BERLIN (Reuters) – Several thousand workers at autos supplier Robert Bosch protested in Germany on Friday against planned plant closures and job relocations which the company said are needed to adapt to changing demand in the transition to electric vehicles.
Around 3,000 workers from various plants gathered outside a Bosch plant in Buehl, union IG Metall said, where around 1,000 staff in Germany will lose their jobs by 2025 as a result of relocations, cuts, or new hires, according to the company.
Workers also gathered in the town of Arnstadt, where a plant making so-called generator regulators – a car part no longer needed in electric vehicles – is due to close at the end of the year because of a lack of customers, taking a hundred jobs with it.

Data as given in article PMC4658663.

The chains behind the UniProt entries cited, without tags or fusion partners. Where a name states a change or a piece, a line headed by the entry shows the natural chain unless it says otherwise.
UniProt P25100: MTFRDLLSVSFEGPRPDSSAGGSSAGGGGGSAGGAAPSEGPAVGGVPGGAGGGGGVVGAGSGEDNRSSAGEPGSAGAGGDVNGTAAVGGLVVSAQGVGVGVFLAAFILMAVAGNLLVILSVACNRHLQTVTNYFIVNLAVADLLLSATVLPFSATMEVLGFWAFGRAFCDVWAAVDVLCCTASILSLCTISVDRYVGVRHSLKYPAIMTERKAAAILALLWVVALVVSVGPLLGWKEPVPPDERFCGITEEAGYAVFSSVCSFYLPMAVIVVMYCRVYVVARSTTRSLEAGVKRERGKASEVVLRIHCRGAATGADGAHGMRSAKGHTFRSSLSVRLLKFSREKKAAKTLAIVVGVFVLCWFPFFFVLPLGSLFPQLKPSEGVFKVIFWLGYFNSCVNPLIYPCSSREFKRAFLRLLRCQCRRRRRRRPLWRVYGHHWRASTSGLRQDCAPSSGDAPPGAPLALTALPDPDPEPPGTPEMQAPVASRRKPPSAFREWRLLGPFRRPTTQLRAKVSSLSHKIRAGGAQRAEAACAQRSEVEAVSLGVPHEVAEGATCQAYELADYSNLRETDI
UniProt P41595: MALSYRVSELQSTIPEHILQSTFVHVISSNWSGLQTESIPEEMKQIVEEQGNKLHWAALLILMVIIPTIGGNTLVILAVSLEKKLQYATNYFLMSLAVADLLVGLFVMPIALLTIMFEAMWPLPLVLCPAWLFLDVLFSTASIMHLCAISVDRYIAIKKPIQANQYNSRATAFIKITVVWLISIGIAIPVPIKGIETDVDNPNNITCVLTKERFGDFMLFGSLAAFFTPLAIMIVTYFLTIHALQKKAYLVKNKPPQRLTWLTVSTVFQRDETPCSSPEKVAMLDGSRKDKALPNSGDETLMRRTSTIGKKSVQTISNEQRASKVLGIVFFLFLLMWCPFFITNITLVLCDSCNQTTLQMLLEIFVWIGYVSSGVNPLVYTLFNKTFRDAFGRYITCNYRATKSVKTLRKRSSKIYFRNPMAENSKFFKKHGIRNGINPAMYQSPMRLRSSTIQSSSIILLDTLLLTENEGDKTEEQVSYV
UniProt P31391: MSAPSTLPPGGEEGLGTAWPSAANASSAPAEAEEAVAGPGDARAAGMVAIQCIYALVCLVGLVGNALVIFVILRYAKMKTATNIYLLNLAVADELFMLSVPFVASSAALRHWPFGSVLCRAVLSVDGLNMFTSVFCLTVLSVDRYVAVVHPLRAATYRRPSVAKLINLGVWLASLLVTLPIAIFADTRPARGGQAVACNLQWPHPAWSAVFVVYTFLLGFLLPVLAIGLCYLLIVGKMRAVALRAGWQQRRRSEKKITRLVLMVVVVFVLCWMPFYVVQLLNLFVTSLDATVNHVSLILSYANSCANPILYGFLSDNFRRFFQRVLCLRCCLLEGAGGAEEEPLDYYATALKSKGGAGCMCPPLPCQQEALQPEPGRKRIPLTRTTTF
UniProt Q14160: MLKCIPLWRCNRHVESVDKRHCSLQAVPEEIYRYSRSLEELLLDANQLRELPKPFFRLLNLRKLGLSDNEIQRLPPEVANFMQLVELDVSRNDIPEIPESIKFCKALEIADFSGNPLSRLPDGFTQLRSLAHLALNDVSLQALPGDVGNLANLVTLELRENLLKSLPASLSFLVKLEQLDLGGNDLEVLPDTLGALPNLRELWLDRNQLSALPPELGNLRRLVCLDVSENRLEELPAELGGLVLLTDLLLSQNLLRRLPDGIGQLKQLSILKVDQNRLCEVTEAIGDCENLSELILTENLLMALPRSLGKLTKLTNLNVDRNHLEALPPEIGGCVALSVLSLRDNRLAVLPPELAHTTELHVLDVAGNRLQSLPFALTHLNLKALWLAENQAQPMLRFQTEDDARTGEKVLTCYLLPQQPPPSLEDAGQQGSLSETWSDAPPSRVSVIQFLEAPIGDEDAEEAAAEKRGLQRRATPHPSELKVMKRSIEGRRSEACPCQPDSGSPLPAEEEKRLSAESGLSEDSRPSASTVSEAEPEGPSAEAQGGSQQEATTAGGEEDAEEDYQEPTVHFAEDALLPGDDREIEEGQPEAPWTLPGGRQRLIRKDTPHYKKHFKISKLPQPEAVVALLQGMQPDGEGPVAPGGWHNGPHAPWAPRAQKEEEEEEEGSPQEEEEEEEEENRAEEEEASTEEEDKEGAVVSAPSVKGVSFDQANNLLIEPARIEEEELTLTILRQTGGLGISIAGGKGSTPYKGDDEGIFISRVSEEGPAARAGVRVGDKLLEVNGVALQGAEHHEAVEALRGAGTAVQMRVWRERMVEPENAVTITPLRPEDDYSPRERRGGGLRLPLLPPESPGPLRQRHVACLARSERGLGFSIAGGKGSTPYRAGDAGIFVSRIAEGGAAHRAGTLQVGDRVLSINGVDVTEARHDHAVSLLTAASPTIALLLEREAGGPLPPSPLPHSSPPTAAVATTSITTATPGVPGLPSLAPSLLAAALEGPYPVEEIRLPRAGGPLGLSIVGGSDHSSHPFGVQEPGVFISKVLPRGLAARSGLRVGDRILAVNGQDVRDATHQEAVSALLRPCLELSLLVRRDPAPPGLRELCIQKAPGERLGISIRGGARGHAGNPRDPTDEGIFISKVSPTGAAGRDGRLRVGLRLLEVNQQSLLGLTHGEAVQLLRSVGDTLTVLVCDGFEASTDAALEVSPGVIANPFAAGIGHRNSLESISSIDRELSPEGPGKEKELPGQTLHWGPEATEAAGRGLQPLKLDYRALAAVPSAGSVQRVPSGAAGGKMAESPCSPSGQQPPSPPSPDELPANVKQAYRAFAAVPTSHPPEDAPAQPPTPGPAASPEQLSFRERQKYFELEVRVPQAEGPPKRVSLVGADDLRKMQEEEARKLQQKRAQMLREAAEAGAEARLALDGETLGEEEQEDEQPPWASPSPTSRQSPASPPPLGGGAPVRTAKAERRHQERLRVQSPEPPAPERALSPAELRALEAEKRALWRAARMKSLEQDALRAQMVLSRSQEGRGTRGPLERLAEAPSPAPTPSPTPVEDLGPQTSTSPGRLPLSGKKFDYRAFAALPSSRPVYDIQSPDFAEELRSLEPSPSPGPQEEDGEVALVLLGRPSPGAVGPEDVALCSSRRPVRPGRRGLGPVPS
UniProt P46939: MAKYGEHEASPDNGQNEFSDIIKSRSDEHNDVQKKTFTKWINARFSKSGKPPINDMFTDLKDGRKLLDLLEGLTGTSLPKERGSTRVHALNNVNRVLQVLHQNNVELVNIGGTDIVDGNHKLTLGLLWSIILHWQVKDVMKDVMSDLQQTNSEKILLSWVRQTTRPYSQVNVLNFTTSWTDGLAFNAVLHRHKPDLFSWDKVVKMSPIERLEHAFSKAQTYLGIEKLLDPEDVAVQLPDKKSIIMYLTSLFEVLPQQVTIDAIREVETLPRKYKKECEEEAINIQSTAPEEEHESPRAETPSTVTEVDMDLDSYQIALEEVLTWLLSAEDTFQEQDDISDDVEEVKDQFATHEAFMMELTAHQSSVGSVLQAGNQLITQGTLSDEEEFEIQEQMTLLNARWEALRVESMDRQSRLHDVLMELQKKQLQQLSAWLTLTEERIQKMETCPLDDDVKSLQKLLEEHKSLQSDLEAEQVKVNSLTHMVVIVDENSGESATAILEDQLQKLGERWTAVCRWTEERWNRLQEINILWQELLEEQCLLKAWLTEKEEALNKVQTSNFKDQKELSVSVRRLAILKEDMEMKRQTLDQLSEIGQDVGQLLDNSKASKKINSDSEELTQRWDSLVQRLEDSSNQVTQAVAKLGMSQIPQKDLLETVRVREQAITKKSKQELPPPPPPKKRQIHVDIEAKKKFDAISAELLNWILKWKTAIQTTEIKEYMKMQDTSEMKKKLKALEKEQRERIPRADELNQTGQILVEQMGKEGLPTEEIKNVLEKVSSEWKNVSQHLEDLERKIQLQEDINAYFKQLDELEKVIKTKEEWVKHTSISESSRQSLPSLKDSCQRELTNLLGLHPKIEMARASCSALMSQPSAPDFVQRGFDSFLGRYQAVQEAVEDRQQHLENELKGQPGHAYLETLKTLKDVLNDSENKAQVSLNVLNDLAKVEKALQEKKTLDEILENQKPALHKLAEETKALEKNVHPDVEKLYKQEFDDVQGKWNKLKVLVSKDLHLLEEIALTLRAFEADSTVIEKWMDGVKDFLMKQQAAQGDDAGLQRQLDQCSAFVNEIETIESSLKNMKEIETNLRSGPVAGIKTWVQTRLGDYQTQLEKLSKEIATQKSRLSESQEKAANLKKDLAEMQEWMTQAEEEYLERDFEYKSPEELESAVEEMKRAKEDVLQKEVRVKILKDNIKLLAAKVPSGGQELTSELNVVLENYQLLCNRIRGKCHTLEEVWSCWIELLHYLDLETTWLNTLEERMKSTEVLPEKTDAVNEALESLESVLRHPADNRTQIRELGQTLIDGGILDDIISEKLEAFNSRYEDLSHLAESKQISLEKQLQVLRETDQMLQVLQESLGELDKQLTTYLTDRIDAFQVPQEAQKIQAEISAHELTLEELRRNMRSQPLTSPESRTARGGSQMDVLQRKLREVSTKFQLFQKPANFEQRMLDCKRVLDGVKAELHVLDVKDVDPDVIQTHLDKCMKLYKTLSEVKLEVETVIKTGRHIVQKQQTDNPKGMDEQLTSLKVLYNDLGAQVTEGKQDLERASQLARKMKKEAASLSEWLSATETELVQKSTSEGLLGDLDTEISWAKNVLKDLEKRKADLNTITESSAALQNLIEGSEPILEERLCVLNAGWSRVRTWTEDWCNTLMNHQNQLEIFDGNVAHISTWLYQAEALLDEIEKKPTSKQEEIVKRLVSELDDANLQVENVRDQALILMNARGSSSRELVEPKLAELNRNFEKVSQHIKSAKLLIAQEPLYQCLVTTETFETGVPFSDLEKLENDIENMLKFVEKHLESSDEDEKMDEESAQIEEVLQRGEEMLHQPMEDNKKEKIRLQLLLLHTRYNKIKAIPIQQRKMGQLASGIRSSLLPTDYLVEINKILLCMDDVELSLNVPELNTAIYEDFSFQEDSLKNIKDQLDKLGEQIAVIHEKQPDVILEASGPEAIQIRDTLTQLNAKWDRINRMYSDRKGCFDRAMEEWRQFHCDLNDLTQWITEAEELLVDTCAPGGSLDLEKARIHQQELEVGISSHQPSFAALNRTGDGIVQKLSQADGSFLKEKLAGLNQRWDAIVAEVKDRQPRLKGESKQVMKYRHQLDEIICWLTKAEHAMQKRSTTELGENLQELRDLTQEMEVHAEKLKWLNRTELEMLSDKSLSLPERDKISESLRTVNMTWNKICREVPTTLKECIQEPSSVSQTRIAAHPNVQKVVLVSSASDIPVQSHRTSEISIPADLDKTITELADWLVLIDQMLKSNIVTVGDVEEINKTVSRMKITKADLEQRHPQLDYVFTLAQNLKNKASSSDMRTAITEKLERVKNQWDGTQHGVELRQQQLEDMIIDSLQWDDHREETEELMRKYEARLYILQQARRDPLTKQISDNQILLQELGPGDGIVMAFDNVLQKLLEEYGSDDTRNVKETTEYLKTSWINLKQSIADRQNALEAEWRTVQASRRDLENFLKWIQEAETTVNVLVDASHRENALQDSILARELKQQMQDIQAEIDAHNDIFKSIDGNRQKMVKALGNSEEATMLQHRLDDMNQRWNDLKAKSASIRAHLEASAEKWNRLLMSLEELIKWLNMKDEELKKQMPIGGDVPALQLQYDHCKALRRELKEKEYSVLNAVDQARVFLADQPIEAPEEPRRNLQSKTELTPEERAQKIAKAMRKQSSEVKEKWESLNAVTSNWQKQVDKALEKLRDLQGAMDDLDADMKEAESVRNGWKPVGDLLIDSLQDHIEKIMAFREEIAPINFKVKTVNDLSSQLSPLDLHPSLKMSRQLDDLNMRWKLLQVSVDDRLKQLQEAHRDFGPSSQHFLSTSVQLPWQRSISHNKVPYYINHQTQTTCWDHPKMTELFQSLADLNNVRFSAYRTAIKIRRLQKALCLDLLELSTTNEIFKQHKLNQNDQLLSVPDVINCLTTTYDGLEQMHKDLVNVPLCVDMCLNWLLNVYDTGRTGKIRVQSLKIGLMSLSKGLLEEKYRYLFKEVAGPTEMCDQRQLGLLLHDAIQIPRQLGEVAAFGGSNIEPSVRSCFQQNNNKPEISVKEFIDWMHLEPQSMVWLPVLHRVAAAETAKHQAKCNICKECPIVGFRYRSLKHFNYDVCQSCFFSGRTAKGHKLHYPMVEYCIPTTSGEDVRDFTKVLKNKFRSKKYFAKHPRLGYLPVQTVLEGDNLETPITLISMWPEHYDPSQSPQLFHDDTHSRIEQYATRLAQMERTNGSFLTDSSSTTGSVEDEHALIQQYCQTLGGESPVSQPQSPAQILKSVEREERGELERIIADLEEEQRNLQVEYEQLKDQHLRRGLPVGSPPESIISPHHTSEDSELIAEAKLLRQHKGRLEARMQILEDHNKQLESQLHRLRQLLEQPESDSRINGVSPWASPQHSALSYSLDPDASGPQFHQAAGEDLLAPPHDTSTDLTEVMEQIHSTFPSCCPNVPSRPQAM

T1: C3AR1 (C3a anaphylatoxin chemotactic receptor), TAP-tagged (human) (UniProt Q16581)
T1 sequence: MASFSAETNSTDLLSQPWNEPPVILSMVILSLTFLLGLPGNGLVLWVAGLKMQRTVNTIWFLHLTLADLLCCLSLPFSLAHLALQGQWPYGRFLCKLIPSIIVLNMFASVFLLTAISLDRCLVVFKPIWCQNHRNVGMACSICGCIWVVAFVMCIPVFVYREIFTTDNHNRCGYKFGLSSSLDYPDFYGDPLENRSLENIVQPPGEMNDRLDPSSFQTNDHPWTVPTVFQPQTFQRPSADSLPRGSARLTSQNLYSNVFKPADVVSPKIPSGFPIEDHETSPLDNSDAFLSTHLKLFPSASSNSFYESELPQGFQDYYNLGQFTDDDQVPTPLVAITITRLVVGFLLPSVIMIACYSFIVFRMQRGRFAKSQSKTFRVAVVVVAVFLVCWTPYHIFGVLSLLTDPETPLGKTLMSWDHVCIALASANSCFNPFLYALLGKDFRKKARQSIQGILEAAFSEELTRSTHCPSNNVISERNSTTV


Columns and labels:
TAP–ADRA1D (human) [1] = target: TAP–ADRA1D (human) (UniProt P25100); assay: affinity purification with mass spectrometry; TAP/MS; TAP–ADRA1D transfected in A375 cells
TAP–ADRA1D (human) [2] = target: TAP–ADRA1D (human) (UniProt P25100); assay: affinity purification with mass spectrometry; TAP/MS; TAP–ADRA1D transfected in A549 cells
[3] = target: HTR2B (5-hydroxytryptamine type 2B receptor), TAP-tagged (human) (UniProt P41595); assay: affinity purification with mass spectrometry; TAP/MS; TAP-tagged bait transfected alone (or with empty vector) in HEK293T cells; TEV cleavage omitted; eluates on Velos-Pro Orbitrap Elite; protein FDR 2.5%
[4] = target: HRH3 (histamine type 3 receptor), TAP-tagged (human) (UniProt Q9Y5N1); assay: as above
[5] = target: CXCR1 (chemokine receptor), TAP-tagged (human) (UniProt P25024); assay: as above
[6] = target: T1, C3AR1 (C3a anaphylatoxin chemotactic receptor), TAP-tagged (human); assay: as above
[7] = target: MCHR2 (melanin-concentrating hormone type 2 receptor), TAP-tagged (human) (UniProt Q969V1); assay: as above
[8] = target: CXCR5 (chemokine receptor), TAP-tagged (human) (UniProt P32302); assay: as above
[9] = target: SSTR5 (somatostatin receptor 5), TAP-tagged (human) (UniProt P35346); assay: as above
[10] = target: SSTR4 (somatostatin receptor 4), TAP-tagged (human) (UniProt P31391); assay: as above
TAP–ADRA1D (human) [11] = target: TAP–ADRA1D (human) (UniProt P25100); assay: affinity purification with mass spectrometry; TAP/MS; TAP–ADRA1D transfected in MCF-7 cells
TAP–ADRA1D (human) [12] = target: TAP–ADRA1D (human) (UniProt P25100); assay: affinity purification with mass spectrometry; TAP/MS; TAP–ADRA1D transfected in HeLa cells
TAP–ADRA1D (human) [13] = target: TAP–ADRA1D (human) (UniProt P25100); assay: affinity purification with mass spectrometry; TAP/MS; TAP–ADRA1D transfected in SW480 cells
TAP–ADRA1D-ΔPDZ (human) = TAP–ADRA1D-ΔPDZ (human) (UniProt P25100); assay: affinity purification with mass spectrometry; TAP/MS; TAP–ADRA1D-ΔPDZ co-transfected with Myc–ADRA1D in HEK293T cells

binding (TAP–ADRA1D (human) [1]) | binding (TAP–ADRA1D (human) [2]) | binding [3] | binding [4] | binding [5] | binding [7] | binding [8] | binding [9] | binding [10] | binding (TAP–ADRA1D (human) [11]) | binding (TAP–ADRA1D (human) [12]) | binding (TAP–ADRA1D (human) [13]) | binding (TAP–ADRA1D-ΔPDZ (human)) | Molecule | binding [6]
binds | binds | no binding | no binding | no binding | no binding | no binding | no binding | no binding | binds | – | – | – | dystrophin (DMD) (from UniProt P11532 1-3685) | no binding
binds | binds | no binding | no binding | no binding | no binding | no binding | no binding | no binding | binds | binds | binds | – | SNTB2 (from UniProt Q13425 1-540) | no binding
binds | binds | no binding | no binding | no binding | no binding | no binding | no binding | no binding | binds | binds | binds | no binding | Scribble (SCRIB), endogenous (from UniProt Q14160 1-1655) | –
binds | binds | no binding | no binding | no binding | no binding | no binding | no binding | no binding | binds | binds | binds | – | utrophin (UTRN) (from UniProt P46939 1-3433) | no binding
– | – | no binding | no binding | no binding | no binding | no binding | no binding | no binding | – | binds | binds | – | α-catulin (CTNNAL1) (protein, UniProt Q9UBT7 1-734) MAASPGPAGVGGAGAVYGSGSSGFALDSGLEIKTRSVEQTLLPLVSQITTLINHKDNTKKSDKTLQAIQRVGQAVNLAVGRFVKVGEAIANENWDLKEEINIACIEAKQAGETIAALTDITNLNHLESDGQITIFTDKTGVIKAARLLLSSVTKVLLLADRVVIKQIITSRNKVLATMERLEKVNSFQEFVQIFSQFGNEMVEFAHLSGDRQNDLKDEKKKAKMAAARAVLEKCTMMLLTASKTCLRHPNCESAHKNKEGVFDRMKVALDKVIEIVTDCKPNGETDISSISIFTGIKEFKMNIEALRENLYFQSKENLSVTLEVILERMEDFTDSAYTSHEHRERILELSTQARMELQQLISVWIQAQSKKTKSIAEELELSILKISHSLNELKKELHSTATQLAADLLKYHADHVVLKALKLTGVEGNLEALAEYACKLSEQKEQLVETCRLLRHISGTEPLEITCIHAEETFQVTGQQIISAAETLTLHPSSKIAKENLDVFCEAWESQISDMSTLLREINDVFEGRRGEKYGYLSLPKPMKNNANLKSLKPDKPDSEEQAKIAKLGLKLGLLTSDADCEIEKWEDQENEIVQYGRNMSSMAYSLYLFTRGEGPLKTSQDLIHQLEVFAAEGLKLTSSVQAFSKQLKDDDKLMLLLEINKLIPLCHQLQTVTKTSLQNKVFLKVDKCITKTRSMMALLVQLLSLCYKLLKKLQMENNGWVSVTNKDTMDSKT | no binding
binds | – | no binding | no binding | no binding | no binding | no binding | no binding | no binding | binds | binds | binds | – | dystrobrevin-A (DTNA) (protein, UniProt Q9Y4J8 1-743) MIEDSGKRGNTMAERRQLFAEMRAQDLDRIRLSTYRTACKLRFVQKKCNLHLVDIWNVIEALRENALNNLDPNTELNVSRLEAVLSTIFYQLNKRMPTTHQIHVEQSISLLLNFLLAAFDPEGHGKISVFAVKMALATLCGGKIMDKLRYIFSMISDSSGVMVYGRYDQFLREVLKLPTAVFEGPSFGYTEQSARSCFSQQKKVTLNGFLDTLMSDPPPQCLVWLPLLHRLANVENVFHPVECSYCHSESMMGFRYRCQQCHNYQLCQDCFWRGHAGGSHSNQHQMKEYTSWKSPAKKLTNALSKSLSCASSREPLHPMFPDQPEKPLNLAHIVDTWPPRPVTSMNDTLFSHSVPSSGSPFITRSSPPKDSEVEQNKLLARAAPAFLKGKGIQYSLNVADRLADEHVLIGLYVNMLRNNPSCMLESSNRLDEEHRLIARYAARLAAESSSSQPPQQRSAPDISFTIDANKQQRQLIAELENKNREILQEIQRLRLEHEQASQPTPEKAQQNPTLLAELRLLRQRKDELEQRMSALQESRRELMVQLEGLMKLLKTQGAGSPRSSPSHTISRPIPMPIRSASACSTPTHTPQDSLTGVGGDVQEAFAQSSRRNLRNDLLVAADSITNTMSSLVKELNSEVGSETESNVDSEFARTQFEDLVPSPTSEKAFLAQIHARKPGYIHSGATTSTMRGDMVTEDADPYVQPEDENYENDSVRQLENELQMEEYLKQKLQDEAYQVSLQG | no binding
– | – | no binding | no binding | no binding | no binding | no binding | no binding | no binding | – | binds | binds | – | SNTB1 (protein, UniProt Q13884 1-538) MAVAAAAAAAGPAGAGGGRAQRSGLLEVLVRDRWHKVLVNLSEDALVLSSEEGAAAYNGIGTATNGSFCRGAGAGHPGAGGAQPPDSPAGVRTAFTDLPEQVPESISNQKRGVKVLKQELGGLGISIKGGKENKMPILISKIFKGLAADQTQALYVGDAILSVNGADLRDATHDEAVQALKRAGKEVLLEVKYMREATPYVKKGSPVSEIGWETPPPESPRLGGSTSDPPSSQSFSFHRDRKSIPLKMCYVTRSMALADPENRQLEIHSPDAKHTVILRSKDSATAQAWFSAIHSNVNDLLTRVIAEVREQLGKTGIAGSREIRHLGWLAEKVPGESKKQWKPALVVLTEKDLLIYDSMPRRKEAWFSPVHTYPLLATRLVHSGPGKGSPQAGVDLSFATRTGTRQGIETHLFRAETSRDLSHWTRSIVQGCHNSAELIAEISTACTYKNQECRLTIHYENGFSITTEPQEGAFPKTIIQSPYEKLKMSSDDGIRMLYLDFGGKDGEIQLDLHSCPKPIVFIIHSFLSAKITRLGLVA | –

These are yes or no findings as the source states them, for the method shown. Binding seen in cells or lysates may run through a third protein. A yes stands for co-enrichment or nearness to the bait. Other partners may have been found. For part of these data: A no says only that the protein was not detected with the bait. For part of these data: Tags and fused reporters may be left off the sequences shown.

Protests also took place outside Bosch’s Munich plant, where 250 jobs could be relocated abroad, though no final decision has been made.
“On every fuel pump manufactured in Munich, we make losses,” plant manager Joerg Luntz said in an email to Reuters.
“Nobody denies that structural change at Bosch requires great effort. But the transformation must be fair and have workers in focus,” Frank Sell, head of the works council for Bosch’s mobility solutions division, said.
A spokesperson for Bosch, the world’s largest automotive supplier, said: “Our aim is always to design measures in dialogue with social representatives with the aim of exhausting all opportunities for continued employment … while also pointing towards opportunities for new employment outside the company.”
Unions in Germany and elsewhere have warned the transition to producing electric cars could cost millions of jobs if workers are not retrained, with one study in May estimating 100,000 positions could be lost in Germany alone.
(Reporting by Victoria Waldersee; Editing by Mark Potter)